Portsmouth students given a pat on the back for more than 400 hours of community work in Duke of Edinburgh scheme

STUDENTS from St Edmund's School have been presented with their Duke of Edinburgh Bronze Award in a celebratory ceremony.

Wednesday, 18th July 2018, 4:44 pm
Updated Wednesday, 18th July 2018, 4:53 pm
Students with D of E Bronze Award alongside Motivat8 staff

Students received their certificates in the event which took place at the Square Tower.

The D of E programme is run by the charitable organisation Motiv8 who specialise in developing skills and providing opportunities for young people.

Joint Chief Executive Clare Ansell said: '˜Tonight is about recognising and rewarding the students. We want to make a big deal out of what the students have done and highlight their amazing achievements.'

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Guest speaker Chris Lubbe who worked alongside Nelson Mandela in the fight against apartheid.

To achieve their Bronze Award students are required to complete tasks covering personal skills, physical challenge, volunteering and a two day expedition.

Students worked on skills such as cooking and photography as well as voluntary community work including supporting a local church, coaching after-school clubs and working in charity shops.

Supporting the event was motivational speaker Chris Lubbe who worked alongside Nelson Mandela to eradicate apartheid.

Chris spoke to the students about his struggles growing up in South Africa during apartheid and the adversity he overcame.

Students were awarded their Duke of Edinburgh Awards at the Square Tower, Old Portsmouth on Monday evening. Pictured is: (l-r) Jack Ramsay, Catherine Obla, Nicole Makuzva and Alex Saynor.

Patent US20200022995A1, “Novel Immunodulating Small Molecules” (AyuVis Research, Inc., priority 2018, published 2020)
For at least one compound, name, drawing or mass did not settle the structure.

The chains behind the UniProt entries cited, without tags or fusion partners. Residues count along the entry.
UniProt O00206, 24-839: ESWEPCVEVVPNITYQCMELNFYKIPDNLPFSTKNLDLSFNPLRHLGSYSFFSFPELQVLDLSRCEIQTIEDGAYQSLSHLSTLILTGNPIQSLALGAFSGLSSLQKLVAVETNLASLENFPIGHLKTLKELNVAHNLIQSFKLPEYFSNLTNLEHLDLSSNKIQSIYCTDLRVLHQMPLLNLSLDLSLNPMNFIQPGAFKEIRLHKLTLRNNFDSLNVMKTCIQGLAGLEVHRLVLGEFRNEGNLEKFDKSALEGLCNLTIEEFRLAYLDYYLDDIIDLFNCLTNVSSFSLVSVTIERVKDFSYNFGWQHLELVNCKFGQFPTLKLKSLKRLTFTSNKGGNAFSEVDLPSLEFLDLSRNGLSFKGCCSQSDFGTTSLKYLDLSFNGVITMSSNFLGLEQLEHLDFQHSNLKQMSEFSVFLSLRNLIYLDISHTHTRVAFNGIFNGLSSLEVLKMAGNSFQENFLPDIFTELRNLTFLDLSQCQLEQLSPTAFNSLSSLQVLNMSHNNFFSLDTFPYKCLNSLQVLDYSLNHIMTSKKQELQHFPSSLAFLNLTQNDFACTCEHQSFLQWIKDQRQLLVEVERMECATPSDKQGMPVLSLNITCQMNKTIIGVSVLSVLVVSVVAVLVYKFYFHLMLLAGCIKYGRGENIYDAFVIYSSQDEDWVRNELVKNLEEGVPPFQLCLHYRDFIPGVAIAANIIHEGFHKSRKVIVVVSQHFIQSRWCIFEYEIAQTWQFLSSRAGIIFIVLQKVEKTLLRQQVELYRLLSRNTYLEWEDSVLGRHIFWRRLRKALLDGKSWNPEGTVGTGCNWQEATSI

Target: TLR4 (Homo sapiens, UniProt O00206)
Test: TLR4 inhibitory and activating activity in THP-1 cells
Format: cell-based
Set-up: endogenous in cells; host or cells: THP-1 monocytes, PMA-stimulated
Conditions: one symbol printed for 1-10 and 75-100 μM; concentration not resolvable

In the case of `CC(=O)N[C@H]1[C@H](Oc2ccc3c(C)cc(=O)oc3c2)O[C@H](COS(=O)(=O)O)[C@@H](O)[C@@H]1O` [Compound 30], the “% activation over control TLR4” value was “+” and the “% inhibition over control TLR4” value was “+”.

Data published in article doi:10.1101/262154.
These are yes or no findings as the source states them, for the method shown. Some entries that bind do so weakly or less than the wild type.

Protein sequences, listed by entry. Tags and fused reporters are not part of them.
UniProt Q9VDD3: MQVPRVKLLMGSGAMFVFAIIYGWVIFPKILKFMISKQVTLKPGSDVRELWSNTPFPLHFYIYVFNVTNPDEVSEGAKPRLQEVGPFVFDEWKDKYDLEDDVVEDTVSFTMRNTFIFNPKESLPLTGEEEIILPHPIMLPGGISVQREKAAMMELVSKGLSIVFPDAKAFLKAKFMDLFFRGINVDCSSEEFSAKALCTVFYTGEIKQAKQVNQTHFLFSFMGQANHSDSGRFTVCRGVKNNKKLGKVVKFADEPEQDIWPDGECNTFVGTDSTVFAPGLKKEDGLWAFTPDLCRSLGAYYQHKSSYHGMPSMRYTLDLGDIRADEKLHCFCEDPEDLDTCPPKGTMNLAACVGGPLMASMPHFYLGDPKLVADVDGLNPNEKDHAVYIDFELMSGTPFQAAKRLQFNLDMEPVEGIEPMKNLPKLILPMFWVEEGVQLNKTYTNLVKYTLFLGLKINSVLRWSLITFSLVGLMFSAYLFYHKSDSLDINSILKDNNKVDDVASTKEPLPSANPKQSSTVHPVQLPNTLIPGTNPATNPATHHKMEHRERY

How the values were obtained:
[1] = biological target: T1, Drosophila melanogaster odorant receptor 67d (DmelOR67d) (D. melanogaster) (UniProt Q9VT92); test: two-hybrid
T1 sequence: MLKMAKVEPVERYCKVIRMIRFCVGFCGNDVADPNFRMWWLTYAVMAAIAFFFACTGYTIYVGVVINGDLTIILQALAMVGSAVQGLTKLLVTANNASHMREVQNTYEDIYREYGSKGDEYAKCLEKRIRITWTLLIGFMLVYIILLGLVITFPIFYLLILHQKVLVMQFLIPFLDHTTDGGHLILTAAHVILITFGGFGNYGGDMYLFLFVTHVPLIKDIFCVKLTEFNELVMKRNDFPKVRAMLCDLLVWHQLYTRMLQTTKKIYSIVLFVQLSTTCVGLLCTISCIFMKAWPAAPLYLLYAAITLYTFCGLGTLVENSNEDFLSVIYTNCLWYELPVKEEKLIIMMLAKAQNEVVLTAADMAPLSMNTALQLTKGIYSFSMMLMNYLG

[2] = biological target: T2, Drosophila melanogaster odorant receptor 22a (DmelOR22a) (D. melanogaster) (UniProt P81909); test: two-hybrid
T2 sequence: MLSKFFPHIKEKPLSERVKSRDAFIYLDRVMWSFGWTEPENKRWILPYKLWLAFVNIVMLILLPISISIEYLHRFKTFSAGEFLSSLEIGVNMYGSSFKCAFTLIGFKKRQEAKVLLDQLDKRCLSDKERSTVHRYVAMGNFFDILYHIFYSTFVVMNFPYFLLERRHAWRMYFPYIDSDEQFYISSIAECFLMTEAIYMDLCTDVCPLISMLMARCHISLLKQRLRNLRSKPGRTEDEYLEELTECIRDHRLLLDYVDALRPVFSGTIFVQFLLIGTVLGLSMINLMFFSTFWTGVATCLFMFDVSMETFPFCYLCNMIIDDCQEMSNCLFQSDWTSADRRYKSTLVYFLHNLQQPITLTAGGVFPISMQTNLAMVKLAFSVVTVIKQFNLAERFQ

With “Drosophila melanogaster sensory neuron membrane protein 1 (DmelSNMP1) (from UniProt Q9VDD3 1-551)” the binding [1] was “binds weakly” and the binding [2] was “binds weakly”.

'˜My personal experience lends itself to motivating young people like the ones here tonight to overcome challenges and achieve their potential,' explained Mr Lubbe.

'˜I am here to share my personal journey and encourage students to make a difference in their communities through the work of programmes like the D of E,' added Mr Lubbe.

There are currently over 800 young people in Portsmouth involved in the D of E programme.

The 11 students involved in last night's ceremony have collectively contributed over 400 hours to local community work.

Year 11 student, Nicole Makuzva, 16, found the physical component the greatest challenge.

Nicole said: '˜For me I didn't really think I could cover the distances on the expedition carrying all my kit. I am very proud of myself as I have proven I can.'

As well as practical skills the programme also looks to develop young people's personal skills.

Catherine Obla, also 16, said: '˜I have certainly had to develop my cooperation and teamwork skills of communication as well as developing friendships with my team members.'

Presenting the awards was the Lord Mayor of Portsmouth, Councillor Lee Mason.

Mr Mason said: '˜Motiva8 do a lot of good work in the city. The D of E project has long been shown to make a difference to the young people in Portsmouth. We are very proud of what the young people here tonight have done to achieve their Bronze Award.'

A number of the students plan to continue their D of E progress in the future.

Harriet Hudson, 16, said: '˜I hope to continue D of E and do my silver award when I start college. I am really happy to receive my award tonight as it took a lot of hard work to get it done.